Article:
- 21. Hermann Hankel (1839-1873) • In most sciences one generation tears down what another has built, and what one has established, another undoes. In Mathematics alone each generation adds a new storey to the old structure.
- 22. Charles Hermite (1822-1901) • I believe that numbers and functions of Analysis are not the arbitrary result of our minds; I think that they exist outside of us, with the same character of necessity as the things of objective reality, and we meet them or discover them, and study them, as do the physicists, the chemists and the zoologists. • We are servants rather than masters in mathematics. • Analysis takes back with one hand what it gives with the other. I recoil in fear and loathing from that deplorable evil: continuous functions with no derivatives.
- 23. David Hilbert (1862-1943) • Mathematics is a game played according to certain rules with meaningless marks on paper. • No one will expel us from this paradise Cantor has created for us. • The art of doing mathematics consists in finding that special case which contains all the germs of generality. • Mathematics knows no races or geographic boundaries; for mathematics, the cultural world is one country. • The infinite! No other question has ever moved so profoundly the spirit of man.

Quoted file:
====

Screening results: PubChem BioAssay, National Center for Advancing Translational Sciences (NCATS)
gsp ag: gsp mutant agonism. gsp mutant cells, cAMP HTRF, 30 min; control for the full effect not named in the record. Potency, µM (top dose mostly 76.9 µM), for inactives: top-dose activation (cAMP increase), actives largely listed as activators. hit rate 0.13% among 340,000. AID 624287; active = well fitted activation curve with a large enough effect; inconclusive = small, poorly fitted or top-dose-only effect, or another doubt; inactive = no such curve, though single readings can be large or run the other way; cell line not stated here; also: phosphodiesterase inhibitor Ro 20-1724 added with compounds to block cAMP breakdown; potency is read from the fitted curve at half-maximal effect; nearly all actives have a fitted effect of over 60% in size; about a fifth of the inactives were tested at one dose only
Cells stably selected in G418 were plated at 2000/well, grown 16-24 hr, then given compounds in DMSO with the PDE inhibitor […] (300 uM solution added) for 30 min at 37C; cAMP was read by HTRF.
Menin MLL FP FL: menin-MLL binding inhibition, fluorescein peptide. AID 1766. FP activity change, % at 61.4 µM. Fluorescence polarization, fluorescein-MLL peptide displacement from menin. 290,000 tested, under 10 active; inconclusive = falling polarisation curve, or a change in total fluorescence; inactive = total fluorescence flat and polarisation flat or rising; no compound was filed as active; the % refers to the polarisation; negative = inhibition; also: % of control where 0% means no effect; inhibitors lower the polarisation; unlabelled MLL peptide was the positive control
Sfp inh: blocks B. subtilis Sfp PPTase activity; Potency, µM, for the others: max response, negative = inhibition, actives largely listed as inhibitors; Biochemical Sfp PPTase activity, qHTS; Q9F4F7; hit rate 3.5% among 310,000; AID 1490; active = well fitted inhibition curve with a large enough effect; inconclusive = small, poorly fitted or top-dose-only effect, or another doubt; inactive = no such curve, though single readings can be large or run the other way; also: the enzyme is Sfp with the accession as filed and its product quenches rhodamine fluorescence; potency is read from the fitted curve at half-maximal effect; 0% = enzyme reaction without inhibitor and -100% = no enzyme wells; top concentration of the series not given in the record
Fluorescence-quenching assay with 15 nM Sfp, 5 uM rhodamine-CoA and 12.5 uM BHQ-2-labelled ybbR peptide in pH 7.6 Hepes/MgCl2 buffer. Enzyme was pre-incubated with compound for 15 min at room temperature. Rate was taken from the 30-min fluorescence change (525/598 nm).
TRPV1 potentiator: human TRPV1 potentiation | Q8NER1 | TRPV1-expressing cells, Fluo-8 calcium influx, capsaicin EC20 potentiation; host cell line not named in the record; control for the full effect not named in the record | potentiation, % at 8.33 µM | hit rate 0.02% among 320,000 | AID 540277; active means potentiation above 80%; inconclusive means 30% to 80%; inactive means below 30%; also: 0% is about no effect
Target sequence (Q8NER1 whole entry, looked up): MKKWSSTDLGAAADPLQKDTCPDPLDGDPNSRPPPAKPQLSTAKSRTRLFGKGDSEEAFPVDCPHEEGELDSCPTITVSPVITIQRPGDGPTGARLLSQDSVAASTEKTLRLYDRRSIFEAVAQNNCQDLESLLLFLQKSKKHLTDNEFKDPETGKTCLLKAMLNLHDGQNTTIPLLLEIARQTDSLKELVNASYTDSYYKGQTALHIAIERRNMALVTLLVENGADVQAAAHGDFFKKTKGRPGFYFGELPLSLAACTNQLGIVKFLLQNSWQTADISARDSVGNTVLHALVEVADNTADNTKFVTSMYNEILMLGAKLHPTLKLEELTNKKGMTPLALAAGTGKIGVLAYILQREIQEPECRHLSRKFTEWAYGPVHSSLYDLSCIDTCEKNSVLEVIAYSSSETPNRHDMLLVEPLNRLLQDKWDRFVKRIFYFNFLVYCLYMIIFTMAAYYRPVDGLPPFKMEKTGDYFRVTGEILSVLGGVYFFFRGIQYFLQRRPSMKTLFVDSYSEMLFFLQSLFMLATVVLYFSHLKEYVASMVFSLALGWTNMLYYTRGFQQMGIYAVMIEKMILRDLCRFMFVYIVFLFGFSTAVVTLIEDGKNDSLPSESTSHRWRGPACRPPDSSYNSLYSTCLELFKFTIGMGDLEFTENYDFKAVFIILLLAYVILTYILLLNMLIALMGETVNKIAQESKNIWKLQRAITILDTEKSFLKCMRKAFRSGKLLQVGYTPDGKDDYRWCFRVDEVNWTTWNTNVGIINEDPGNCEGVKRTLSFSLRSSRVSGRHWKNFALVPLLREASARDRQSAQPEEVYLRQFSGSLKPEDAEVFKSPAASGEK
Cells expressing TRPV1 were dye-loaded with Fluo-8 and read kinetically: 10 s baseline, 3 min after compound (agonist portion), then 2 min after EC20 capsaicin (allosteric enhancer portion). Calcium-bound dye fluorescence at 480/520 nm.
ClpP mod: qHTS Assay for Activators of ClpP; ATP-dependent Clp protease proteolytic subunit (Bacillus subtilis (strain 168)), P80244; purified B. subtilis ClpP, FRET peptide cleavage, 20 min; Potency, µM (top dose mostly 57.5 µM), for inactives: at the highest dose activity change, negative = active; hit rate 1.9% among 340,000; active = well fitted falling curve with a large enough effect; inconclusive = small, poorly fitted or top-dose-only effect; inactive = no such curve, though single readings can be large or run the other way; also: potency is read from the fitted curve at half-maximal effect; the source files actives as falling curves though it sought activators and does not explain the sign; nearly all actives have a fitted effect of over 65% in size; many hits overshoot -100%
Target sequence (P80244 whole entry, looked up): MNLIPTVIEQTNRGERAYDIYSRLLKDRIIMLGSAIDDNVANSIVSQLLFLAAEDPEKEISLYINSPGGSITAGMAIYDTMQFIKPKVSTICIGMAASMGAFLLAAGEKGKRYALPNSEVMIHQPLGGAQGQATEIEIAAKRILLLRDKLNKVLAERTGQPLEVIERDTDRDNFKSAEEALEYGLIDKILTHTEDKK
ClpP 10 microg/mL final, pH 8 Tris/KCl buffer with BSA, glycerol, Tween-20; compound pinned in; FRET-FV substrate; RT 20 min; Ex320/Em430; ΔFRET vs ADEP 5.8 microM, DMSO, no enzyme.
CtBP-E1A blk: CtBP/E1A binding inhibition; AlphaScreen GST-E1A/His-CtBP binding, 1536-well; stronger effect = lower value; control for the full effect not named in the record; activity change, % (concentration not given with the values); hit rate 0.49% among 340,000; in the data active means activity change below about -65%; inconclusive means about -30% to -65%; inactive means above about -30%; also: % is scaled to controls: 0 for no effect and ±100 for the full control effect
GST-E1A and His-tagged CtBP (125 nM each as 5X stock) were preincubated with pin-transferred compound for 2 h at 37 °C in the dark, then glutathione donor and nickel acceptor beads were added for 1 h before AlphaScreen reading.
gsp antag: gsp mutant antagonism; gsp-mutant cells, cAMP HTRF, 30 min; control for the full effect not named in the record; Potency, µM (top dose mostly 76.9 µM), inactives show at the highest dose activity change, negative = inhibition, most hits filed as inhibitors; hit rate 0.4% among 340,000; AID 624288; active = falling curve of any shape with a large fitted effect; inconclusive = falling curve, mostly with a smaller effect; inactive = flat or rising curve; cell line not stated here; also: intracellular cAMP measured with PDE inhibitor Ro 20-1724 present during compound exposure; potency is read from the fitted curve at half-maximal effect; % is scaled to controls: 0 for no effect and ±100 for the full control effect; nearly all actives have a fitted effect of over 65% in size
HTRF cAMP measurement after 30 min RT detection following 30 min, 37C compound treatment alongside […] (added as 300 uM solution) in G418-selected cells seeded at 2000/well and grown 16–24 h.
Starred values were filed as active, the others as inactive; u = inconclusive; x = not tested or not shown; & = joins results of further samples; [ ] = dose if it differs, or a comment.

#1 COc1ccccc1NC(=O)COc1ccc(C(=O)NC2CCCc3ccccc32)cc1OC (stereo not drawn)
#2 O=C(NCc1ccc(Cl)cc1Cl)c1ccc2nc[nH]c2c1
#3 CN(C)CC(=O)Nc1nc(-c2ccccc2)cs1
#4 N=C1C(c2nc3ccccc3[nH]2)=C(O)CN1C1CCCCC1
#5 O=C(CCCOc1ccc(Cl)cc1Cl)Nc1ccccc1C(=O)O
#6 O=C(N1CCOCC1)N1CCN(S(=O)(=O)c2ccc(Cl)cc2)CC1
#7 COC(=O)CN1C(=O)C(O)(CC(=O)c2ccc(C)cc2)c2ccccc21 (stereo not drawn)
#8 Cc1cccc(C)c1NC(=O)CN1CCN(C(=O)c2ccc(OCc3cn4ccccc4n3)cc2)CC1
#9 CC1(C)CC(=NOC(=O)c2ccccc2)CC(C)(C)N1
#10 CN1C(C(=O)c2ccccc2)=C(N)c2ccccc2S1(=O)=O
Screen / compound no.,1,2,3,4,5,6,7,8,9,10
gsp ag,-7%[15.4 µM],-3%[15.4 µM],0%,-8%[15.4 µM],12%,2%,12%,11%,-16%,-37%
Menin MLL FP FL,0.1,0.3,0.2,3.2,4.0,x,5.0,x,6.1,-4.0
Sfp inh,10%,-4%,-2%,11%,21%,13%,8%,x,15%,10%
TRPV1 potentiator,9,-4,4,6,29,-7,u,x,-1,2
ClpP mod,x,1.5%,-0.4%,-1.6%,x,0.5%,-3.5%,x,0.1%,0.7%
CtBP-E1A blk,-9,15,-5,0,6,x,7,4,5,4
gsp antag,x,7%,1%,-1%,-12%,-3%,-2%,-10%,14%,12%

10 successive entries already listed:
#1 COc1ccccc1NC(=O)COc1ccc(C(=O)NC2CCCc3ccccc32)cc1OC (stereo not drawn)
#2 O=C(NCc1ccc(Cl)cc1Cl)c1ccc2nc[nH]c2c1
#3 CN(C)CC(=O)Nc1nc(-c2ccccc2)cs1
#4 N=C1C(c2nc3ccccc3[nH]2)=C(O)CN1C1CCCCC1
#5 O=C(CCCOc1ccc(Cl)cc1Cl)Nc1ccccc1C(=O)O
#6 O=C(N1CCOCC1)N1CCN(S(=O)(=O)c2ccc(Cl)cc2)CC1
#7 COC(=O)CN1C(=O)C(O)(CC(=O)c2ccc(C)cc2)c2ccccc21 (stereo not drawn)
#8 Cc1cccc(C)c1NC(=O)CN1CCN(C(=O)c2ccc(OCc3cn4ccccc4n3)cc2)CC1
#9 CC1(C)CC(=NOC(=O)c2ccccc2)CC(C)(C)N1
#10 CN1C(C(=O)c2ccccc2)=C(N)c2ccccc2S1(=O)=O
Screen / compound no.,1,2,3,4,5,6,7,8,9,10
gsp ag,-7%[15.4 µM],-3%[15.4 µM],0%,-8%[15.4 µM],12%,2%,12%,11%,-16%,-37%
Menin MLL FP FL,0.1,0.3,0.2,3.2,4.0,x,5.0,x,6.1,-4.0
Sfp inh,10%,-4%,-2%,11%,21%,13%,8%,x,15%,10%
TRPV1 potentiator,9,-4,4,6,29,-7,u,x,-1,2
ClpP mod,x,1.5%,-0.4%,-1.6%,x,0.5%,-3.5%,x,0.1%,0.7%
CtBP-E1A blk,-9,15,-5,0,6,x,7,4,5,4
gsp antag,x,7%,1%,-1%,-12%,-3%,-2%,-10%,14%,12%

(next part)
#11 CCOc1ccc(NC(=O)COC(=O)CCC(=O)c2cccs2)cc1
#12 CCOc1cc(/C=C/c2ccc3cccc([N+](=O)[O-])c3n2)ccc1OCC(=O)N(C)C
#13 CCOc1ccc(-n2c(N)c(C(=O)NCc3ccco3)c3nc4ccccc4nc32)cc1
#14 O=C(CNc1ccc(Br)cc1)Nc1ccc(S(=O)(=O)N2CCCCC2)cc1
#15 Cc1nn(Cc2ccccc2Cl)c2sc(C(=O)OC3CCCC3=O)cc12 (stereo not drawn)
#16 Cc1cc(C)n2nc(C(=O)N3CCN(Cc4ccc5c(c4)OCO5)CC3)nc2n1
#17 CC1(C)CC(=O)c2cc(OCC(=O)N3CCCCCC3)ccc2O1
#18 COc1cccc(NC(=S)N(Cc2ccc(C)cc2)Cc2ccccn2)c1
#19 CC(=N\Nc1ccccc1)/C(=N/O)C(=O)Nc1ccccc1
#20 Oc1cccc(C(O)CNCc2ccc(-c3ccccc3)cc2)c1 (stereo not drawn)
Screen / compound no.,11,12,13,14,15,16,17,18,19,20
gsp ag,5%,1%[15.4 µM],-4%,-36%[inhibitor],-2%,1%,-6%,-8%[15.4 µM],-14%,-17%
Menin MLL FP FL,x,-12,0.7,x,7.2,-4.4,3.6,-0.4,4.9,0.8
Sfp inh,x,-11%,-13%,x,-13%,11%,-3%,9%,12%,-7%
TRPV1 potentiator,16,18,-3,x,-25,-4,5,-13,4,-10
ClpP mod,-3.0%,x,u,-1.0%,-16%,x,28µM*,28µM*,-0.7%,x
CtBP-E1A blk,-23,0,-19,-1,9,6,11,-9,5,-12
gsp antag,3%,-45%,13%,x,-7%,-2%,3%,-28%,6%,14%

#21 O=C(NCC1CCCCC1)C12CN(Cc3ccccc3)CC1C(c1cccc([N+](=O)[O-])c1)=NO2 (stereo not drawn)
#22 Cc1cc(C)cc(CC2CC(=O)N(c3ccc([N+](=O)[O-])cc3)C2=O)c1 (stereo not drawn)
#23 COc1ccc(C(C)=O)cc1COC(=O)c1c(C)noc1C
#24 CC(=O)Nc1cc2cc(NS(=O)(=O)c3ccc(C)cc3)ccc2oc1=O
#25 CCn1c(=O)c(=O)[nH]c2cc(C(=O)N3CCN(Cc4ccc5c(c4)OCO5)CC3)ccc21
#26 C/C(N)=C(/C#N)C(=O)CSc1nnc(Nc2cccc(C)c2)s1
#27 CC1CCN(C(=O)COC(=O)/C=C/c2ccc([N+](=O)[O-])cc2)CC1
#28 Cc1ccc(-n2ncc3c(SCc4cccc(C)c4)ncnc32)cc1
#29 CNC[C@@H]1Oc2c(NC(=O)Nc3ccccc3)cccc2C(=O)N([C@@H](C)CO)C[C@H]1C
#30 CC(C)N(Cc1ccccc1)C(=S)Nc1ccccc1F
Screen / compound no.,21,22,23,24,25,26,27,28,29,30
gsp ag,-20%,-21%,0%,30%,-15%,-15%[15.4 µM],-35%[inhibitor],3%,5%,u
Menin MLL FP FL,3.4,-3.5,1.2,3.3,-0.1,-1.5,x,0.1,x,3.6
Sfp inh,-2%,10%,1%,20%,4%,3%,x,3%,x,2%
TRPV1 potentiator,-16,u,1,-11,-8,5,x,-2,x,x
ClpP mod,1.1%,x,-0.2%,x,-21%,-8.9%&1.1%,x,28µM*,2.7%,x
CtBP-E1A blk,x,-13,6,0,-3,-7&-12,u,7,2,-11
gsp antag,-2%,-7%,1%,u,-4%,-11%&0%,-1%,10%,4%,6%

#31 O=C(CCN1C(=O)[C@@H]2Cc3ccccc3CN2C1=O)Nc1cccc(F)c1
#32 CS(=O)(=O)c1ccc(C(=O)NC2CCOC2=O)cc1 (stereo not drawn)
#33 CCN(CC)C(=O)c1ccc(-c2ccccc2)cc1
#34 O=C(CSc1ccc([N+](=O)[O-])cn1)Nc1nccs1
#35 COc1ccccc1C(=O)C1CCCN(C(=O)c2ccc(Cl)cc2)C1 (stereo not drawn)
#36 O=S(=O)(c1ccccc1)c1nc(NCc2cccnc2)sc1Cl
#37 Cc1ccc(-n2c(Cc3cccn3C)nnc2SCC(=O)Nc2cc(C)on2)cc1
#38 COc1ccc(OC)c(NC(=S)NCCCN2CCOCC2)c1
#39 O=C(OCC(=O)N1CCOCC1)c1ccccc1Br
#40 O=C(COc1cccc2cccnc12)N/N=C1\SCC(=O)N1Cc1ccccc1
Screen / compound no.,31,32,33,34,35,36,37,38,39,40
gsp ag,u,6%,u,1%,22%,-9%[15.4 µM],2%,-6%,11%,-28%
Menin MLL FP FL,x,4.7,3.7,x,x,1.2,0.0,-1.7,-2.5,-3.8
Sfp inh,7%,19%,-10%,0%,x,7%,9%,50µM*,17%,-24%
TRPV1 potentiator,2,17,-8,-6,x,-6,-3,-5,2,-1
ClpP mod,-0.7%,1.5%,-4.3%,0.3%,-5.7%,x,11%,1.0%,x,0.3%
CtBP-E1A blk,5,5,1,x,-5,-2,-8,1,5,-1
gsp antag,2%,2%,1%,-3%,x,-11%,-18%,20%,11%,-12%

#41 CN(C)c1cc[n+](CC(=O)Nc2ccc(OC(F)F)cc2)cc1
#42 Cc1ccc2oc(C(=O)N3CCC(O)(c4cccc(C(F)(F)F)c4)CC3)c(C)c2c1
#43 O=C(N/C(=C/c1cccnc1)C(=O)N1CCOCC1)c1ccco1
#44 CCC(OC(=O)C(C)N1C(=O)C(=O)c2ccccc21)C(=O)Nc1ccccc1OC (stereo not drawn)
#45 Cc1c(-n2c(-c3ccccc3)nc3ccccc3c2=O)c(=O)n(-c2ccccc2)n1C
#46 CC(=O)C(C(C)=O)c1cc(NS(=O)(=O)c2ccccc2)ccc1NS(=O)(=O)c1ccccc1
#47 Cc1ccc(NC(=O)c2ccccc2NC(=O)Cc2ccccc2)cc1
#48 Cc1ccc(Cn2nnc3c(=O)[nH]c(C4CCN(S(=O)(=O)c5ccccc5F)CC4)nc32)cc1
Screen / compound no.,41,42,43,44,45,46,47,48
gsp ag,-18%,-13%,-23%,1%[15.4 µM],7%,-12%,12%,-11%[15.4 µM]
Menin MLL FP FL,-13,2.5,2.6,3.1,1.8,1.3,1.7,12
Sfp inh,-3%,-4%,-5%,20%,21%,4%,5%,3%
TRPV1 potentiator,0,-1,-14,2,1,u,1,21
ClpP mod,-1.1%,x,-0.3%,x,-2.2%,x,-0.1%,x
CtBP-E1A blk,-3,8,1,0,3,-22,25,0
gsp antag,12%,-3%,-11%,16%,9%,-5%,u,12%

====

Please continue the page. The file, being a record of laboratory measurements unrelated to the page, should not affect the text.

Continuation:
- 24. Carl Gustav Jacobi(1804-1851) • God ever arithmetizes. • One should always generalize. • The real end of science is the honour of the human mind. • Mathematics is the science of what is clear by itself. • The God that reigns in Olympus is Number Eternal.
- 25. Lord William Thomson Kelvin (1824-1907) • When you can measure what you are talking about and express it in numbers, you know something about it.
- 26. Johannes Kepler (1571-1630) • Geometry is one and eternal shining in the mind of God. That share in it accorded to men is one of the reasons that Man is the image of God. • Truth is the daughter of time, and I feel no shame in being her midwife. • I used to measure the Heavens, now I measure the shadows of Earth. The mind belonged to Heaven, the body's shadow lies here.
- 27. Leopold Kronecker (1823-1891) • God created the natural number, and all the rest is the work of man. • Of what use is your (Lindemann's proof of transcendental of pi) beautiful investigation regarding pi ? Why study such problems when irrational numbers do not exist ? • Number theorists are like lotus-eaters - having tasted this food they can never give it up.
- 28. Joseph Louis Lagrange (1736-1813) • As long as algebra and geometry have been separated, their progress have been slow and their uses limited; but when these two sciences have been united, they have lent each mutual forces, and have marched together towards perfection.
- 29. Johann Lambert (1728-1777) • I should almost therefore put forward the proposal that the third hypothesis (angle sum of a triangle less than two right angles) holds on the surface of an imaginary sphere. • Proofs of the Euclidean [parallel] postulate can be developed to such an extent that apparently a mere trifle remains. But a careful analysis shows that in this seeming trifle lies the crux of the matter; usually it contains either the proposition that is being proved or a postulate equivalent to it.